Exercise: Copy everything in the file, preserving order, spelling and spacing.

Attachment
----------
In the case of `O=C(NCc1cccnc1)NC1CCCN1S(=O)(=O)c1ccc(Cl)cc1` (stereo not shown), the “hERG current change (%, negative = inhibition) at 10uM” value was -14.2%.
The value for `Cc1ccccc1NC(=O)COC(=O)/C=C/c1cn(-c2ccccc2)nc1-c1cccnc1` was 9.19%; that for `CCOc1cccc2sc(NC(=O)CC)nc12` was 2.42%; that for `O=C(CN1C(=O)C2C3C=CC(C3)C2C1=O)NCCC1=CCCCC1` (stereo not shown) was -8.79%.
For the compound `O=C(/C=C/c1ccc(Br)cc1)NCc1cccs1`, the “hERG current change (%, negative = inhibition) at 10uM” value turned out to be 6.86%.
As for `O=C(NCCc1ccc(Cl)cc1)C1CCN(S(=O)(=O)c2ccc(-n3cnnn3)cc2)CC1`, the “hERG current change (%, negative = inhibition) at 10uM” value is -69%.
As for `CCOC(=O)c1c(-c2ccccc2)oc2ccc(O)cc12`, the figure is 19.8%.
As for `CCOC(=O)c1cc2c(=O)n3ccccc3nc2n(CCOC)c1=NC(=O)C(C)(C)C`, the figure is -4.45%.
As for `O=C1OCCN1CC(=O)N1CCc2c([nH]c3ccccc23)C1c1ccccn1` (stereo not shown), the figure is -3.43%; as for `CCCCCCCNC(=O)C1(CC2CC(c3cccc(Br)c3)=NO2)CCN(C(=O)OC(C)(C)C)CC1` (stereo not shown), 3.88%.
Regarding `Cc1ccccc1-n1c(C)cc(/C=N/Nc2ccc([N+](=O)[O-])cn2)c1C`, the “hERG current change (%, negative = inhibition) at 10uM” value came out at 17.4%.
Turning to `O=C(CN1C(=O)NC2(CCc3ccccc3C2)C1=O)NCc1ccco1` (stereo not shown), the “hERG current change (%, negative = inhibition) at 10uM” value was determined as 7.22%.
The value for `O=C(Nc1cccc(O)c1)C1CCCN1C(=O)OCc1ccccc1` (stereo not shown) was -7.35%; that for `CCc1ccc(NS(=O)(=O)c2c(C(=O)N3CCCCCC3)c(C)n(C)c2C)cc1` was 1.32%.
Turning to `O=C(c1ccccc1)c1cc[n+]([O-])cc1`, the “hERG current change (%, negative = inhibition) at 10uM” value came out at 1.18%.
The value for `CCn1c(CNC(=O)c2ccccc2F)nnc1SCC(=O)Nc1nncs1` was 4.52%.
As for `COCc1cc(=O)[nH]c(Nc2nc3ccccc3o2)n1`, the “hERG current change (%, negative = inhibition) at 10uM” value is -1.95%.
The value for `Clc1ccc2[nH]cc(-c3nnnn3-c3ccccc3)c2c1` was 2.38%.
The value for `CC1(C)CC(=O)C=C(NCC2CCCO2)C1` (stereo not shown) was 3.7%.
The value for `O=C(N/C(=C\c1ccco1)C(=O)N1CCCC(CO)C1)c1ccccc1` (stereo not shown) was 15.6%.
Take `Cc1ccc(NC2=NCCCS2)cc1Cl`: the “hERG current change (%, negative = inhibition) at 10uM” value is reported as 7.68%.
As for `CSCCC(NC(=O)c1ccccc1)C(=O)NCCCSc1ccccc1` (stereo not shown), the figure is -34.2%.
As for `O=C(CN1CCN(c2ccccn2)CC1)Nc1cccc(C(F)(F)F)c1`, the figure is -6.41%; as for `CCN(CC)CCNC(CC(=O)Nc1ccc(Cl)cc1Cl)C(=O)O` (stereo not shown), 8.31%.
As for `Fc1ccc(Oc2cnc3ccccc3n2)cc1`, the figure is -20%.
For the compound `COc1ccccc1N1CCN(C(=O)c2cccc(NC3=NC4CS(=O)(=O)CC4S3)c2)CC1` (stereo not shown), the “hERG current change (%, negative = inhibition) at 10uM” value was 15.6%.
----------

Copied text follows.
In the case of `O=C(NCc1cccnc1)NC1CCCN1S(=O)(=O)c1ccc(Cl)cc1` (stereo not shown), the “hERG current change (%, negative = inhibition) at 10uM” value was -14.2%.
The value for `Cc1ccccc1NC(=O)COC(=O)/C=C/c1cn(-c2ccccc2)nc1-c1cccnc1` was 9.19%; that for `CCOc1cccc2sc(NC(=O)CC)nc12` was 2.42%; that for `O=C(CN1C(=O)C2C3C=CC(C3)C2C1=O)NCCC1=CCCCC1` (stereo not shown) was -8.79%.
For the compound `O=C(/C=C/c1ccc(Br)cc1)NCc1cccs1`, the “hERG current change (%, negative = inhibition) at 10uM” value turned out to be 6.86%.
As for `O=C(NCCc1ccc(Cl)cc1)C1CCN(S(=O)(=O)c2ccc(-n3cnnn3)cc2)CC1`, the “hERG current change (%, negative = inhibition) at 10uM” value is -69%.
As for `CCOC(=O)c1c(-c2ccccc2)oc2ccc(O)cc12`, the figure is 19.8%.
As for `CCOC(=O)c1cc2c(=O)n3ccccc3nc2n(CCOC)c1=NC(=O)C(C)(C)C`, the figure is -4.45%.
As for `O=C1OCCN1CC(=O)N1CCc2c([nH]c3ccccc23)C1c1ccccn1` (stereo not shown), the figure is -3.43%; as for `CCCCCCCNC(=O)C1(CC2CC(c3cccc(Br)c3)=NO2)CCN(C(=O)OC(C)(C)C)CC1` (stereo not shown), 3.88%.
Regarding `Cc1ccccc1-n1c(C)cc(/C=N/Nc2ccc([N+](=O)[O-])cn2)c1C`, the “hERG current change (%, negative = inhibition) at 10uM” value came out at 17.4%.
Turning to `O=C(CN1C(=O)NC2(CCc3ccccc3C2)C1=O)NCc1ccco1` (stereo not shown), the “hERG current change (%, negative = inhibition) at 10uM” value was determined as 7.22%.
The value for `O=C(Nc1cccc(O)c1)C1CCCN1C(=O)OCc1ccccc1` (stereo not shown) was -7.35%; that for `CCc1ccc(NS(=O)(=O)c2c(C(=O)N3CCCCCC3)c(C)n(C)c2C)cc1` was 1.32%.
Turning to `O=C(c1ccccc1)c1cc[n+]([O-])cc1`, the “hERG current change (%, negative = inhibition) at 10uM” value came out at 1.18%.
The value for `CCn1c(CNC(=O)c2ccccc2F)nnc1SCC(=O)Nc1nncs1` was 4.52%.
As for `COCc1cc(=O)[nH]c(Nc2nc3ccccc3o2)n1`, the “hERG current change (%, negative = inhibition) at 10uM” value is -1.95%.
The value for `Clc1ccc2[nH]cc(-c3nnnn3-c3ccccc3)c2c1` was 2.38%.
The value for `CC1(C)CC(=O)C=C(NCC2CCCO2)C1` (stereo not shown) was 3.7%.
The value for `O=C(N/C(=C\c1ccco1)C(=O)N1CCCC(CO)C1)c1ccccc1` (stereo not shown) was 15.6%.
Take `Cc1ccc(NC2=NCCCS2)cc1Cl`: the “hERG current change (%, negative = inhibition) at 10uM” value is reported as 7.68%.
As for `CSCCC(NC(=O)c1ccccc1)C(=O)NCCCSc1ccccc1` (stereo not shown), the figure is -34.2%.
As for `O=C(CN1CCN(c2ccccn2)CC1)Nc1cccc(C(F)(F)F)c1`, the figure is -6.41%; as for `CCN(CC)CCNC(CC(=O)Nc1ccc(Cl)cc1Cl)C(=O)O` (stereo not shown), 8.31%.
As for `Fc1ccc(Oc2cnc3ccccc3n2)cc1`, the figure is -20%.
For the compound `COc1ccccc1N1CCN(C(=O)c2cccc(NC3=NC4CS(=O)(=O)CC4S3)c2)CC1` (stereo not shown), the “hERG current change (%, negative = inhibition) at 10uM” value was 15.6%.